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Although efforts are still being made to bring athletes from North Korea to the Olympic Games in South Korea next month, the prospects look dim.

Just how dim can be seen from the failure of the two sides to agree even on the number of representatives to attend a proposed parliamentary meeting on the issue, let alone their identity or the agenda.If the impasse persists, North Korea will join only Albania, Cuba, Ethiopia, Nicaragua, and the Seychelles in boycotting the summer games. It will be no great loss, since a record 161 nations are still scheduled to compete at Seoul.

That is, it will be no great loss athletically. But politically, it is another matter. If Pyongyang and Seoul can't agree to share the Olympics, it's hard to see how they can agree to share anything else. Consequently, the impasse over the games dashes hopes about the prospects for any national reunification of the North and the South, at least in the near future.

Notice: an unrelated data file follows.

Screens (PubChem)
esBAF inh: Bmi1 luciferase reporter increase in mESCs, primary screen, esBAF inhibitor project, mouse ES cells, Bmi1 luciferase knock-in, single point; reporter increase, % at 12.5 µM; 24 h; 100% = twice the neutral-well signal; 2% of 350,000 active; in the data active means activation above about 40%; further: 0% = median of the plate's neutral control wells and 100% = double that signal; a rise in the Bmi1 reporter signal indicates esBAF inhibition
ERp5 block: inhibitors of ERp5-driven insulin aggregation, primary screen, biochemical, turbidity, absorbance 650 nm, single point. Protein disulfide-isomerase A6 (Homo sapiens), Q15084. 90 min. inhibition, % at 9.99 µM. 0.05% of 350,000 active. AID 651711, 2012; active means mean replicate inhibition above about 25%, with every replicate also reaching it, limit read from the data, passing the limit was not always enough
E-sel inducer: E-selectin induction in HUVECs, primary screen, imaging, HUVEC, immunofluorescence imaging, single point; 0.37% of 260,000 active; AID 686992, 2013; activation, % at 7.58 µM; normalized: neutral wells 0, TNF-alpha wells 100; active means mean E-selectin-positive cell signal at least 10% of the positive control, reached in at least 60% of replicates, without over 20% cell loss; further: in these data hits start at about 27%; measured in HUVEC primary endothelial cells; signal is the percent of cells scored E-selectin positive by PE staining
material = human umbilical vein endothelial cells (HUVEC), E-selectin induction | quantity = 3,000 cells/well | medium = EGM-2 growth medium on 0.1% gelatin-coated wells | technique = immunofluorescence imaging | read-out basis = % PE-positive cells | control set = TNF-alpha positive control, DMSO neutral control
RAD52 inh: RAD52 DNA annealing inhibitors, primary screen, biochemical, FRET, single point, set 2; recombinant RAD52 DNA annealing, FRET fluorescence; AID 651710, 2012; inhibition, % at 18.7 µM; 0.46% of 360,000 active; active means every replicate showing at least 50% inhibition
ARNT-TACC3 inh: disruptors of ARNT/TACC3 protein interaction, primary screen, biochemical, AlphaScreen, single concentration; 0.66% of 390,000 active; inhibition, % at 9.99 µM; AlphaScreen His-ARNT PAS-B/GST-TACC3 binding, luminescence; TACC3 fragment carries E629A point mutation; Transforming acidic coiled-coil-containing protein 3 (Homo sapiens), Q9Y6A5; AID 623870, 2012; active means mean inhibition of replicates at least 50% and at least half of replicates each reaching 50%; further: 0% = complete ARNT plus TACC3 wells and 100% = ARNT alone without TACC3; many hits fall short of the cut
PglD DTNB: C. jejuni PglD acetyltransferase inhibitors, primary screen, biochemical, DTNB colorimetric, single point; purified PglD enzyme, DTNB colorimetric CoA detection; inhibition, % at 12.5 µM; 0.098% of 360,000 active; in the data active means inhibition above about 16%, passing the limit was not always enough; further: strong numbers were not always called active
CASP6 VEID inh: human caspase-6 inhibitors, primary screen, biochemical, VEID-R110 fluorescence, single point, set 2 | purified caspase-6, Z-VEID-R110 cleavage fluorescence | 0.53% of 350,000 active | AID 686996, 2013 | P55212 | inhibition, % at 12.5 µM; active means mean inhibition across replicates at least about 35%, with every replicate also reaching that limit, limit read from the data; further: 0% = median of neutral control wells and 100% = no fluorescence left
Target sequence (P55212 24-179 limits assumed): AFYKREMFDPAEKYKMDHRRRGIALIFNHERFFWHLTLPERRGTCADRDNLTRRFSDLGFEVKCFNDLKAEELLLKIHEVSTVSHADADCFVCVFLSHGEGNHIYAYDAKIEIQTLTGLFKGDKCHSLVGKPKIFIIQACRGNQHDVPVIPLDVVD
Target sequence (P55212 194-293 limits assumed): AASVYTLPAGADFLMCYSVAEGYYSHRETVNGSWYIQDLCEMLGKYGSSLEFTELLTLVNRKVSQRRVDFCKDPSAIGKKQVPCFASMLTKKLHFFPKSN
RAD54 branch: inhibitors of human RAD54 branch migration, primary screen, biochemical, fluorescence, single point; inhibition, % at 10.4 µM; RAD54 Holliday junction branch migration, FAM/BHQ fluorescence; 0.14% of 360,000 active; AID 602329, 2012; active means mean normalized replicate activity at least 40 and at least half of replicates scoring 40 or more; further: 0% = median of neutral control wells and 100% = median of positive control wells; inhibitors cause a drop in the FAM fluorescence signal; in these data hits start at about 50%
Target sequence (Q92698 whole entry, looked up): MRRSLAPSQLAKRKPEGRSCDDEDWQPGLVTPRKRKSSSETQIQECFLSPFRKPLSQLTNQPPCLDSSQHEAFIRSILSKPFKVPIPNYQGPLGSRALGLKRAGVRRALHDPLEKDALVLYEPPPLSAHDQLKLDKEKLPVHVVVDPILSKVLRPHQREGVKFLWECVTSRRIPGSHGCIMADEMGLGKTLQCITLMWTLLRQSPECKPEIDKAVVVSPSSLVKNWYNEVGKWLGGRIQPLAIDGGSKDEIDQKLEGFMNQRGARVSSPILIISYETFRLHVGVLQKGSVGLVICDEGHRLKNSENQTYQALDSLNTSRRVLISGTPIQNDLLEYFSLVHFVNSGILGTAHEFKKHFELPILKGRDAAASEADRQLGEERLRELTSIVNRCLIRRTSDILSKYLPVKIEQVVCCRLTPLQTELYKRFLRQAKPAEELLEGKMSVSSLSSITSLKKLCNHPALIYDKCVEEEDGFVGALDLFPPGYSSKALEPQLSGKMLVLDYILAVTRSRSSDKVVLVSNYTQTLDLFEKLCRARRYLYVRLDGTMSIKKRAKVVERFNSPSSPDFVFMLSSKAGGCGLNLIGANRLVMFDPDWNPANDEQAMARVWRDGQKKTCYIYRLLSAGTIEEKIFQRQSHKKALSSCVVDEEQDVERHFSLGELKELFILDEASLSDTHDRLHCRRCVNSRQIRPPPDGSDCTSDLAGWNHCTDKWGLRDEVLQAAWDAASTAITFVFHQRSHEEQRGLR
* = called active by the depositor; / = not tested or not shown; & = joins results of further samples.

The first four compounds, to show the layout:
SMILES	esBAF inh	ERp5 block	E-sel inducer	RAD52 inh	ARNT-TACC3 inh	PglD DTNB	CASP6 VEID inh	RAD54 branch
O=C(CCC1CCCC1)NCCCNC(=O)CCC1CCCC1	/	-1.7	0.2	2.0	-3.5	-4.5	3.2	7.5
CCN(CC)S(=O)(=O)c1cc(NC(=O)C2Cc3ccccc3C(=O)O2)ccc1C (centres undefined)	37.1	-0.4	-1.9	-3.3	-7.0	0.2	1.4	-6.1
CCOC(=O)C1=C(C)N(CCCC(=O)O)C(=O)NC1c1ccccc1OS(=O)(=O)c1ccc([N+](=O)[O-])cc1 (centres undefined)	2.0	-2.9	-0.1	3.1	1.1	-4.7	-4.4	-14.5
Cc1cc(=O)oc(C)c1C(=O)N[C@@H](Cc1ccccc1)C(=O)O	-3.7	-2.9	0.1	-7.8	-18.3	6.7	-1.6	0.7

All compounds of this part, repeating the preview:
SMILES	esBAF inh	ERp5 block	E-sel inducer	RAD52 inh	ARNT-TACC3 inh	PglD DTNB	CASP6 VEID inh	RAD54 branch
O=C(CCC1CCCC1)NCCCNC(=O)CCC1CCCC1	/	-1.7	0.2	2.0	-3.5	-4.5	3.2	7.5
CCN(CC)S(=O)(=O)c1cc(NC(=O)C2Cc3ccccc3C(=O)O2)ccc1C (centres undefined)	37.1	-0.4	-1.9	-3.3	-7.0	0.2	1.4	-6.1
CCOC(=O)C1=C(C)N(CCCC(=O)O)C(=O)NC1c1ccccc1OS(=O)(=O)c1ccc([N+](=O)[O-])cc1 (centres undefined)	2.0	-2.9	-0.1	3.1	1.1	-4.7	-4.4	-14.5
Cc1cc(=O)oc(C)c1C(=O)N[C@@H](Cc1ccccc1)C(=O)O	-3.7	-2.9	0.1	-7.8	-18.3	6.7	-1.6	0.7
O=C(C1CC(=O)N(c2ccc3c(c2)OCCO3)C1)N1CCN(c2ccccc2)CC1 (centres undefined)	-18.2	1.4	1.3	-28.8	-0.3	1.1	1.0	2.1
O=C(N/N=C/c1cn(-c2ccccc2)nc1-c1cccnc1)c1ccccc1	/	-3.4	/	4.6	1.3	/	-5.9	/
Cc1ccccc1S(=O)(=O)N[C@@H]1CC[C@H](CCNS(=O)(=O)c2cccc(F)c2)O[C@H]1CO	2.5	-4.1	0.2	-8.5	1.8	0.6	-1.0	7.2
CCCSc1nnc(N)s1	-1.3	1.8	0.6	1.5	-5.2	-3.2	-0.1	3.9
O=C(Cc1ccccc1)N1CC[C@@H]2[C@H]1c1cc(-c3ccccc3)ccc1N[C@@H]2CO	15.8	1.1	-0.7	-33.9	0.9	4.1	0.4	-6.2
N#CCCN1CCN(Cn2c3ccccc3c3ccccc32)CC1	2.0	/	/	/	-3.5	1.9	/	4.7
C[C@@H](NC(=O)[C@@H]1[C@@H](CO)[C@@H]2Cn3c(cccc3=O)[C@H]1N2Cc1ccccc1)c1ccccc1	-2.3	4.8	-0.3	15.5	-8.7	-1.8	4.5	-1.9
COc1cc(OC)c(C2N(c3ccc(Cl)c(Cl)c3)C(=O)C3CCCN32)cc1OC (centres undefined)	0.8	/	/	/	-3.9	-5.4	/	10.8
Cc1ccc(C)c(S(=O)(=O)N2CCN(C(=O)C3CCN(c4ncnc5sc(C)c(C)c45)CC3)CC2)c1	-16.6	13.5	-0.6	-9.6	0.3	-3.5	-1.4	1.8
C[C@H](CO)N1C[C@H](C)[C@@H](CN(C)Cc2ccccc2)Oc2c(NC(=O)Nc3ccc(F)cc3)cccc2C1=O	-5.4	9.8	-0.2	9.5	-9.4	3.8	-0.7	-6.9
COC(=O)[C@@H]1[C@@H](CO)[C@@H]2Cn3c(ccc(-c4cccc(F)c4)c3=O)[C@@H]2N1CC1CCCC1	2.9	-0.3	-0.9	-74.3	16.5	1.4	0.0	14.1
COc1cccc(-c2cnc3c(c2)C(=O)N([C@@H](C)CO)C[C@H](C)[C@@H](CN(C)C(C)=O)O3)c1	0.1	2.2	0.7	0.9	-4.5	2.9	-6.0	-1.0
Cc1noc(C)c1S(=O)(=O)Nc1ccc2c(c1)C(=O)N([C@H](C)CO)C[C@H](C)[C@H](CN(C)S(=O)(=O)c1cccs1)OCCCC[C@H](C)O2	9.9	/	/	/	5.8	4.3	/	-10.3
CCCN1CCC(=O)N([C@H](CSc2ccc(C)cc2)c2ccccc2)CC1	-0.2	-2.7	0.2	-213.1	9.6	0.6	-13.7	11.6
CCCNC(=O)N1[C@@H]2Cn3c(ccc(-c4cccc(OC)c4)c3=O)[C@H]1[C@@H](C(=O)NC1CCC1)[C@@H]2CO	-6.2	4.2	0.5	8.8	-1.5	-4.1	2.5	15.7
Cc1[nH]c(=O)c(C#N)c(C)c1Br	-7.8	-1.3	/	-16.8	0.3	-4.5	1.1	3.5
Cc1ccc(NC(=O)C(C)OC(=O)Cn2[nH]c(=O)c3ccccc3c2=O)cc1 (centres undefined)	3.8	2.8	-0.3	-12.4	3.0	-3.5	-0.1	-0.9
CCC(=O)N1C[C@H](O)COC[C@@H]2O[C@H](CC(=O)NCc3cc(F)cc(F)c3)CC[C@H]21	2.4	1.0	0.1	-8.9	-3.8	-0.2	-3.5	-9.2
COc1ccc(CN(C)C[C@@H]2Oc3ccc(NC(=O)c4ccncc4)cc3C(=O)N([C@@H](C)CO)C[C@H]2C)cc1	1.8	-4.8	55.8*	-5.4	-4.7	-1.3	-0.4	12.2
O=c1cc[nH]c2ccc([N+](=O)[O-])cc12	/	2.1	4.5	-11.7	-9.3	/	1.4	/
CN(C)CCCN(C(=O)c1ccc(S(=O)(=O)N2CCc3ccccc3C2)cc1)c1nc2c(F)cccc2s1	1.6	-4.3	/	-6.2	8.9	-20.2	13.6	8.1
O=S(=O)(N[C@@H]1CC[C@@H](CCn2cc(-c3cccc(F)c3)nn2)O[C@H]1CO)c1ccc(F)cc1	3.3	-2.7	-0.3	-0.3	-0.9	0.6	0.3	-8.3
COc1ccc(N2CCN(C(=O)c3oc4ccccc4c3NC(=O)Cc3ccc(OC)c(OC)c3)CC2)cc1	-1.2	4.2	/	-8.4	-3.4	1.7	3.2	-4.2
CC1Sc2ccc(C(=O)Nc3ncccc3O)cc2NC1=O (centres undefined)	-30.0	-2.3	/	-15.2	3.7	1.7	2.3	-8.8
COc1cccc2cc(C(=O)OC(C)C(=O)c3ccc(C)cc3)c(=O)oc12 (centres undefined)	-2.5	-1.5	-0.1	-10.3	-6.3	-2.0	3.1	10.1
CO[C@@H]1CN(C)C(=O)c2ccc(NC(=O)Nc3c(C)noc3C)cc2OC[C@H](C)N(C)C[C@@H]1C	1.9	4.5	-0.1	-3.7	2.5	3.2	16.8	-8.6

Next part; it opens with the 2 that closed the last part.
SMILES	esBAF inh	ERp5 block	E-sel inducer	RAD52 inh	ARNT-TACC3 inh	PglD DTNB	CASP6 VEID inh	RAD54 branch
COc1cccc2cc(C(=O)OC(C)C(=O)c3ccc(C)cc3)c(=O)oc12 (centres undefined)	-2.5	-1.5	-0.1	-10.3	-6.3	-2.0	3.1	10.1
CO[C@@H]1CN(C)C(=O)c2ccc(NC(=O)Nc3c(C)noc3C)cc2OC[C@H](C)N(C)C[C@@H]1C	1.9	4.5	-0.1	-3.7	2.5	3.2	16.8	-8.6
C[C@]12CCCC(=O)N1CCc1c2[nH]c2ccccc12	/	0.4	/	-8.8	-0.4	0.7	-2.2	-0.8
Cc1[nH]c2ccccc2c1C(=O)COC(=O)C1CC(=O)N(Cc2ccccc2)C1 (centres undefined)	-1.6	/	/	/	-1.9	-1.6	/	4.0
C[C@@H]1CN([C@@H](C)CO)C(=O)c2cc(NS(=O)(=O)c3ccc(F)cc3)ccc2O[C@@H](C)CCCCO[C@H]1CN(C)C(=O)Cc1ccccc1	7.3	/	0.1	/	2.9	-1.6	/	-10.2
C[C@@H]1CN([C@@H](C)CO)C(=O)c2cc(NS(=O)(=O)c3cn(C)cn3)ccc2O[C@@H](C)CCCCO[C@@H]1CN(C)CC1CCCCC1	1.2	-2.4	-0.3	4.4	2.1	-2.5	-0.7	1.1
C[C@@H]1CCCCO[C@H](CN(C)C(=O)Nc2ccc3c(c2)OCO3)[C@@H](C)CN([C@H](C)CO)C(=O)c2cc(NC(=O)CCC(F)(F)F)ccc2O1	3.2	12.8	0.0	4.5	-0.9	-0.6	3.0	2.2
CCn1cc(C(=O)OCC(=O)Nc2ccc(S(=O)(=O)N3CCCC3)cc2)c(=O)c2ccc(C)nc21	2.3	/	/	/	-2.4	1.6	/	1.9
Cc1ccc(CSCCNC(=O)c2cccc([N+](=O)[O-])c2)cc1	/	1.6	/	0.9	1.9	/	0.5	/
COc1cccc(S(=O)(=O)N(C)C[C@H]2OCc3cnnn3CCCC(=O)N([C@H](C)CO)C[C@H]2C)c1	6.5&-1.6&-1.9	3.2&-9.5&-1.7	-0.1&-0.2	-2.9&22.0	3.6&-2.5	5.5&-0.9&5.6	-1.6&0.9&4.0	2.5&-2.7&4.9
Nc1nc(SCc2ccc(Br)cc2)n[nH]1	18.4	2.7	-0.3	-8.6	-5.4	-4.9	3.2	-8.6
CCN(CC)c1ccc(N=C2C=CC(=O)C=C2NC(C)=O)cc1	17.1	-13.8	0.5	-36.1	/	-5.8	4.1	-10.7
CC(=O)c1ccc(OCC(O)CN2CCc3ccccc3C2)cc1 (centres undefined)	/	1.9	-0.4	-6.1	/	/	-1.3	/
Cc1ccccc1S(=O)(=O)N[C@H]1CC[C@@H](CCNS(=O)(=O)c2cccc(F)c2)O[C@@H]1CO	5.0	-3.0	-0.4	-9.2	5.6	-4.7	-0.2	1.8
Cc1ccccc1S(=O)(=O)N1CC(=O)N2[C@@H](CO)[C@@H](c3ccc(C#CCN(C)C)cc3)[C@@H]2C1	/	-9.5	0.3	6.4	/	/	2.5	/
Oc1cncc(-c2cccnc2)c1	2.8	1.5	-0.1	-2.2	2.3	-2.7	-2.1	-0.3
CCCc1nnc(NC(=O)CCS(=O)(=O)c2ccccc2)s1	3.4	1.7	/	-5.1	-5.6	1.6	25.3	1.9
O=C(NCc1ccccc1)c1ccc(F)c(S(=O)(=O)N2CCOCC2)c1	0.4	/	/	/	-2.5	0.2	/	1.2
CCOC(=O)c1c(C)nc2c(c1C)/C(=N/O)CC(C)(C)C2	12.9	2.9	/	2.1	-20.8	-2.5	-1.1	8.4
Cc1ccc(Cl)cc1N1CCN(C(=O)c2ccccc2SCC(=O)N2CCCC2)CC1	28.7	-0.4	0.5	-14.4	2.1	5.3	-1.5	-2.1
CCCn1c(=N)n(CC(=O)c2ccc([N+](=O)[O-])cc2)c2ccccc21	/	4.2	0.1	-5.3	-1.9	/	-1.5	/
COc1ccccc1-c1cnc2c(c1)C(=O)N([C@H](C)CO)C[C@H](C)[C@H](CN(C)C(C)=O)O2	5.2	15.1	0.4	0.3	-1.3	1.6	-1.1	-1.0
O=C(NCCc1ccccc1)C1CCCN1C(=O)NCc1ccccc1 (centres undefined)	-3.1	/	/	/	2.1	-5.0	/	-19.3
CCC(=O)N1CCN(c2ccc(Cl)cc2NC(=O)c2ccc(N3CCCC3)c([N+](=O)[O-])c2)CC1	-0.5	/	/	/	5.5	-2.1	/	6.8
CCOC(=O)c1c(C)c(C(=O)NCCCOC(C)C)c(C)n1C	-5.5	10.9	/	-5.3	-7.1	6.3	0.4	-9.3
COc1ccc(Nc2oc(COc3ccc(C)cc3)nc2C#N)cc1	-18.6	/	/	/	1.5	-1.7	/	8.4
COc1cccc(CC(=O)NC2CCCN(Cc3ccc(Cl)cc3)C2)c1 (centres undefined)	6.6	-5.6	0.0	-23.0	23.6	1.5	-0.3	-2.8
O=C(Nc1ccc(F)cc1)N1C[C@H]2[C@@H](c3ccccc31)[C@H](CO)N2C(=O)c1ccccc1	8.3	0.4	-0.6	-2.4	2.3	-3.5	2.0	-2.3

For this deadlock, Pyongyang bears the blame. Though South Korea made at least three different concessions, North Korea did not even offer the appearance of being accommodating, let alone the reality.

Maybe the mere fact that North and South Korea met informally on the Olympics can be considered something of an accomplishment after a three-year break in talks between Pyongyang and Seoul over broader issues. But clearly there must be major changes in Pyongyang before major progress toward accommodation between the two states can be made.